• HIIT or High Intensity Interval Training is absolutely your best friend when it comes to getting the most out of both aerobic and anaerobic exercise. Basically it means going all-out, maximum effort for any exercise (for me that would be similar to doing a 30-50 second, max effort breaking set) then taking a small break, then going back at it again. The goal is muscle fatigue and oxygen intake. This is very taxing to your body however, so be wary, especially if you are new to fitness.
  • You should in fact, lift weights while cutting! This way you are maintaining muscle while eating at a caloric deficit. Also, lifting weights can be a form of both aerobic and anaerobic exercise.
high-intensity-training_50290b871c90d_w1500
A great infographic by Greatist.com. Click for more from their page.

Gaining muscle (getting beef)

On the opposite end of the spectrum is getting more muscle. Sometimes, for any number of reasons, a person just needs to get bigger or stronger and amass more. Maybe you want to look bigger and stronger, or maybe you legitimately need to gain muscle to protect your body from physical damage. Either way, just as losing weight is a perfectly valid reason to exercise, so too is gaining it (in muscle)!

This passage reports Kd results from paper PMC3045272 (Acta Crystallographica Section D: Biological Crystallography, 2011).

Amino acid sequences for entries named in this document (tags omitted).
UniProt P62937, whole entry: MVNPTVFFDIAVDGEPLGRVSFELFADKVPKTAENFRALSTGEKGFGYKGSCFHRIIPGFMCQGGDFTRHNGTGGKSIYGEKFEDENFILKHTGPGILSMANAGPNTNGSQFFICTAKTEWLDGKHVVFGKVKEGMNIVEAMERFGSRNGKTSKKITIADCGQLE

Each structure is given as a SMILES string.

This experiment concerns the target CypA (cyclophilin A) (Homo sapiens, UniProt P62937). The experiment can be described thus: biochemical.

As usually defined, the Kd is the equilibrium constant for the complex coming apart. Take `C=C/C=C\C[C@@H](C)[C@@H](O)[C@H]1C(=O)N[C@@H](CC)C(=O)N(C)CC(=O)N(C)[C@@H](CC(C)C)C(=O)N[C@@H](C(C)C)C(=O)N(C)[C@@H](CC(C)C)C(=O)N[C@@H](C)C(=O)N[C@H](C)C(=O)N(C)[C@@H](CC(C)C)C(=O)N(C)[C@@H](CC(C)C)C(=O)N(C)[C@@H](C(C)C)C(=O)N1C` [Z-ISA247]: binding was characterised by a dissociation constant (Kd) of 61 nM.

I stated before in part one of the series, that in order to gain weight you need to eat over your TDEE—that means you need to take in more calories than you need. Again, that would be probably +300-500 over your caloric intake. Granted, if you want to bulk, you will still gain some fat. Not gaining any fat is literally and scientifically impossible. You can minimize the amount of fat you gain, but nonetheless, you will gain some. Why the caloric surplus? Basically it’s just the opposite of cutting fat—at a surplus, provided you are working out to gain muscle, the energy is being used to build muscle (and again, some fat), as opposed to a deficit, where you are just straight burning energy and burning fat.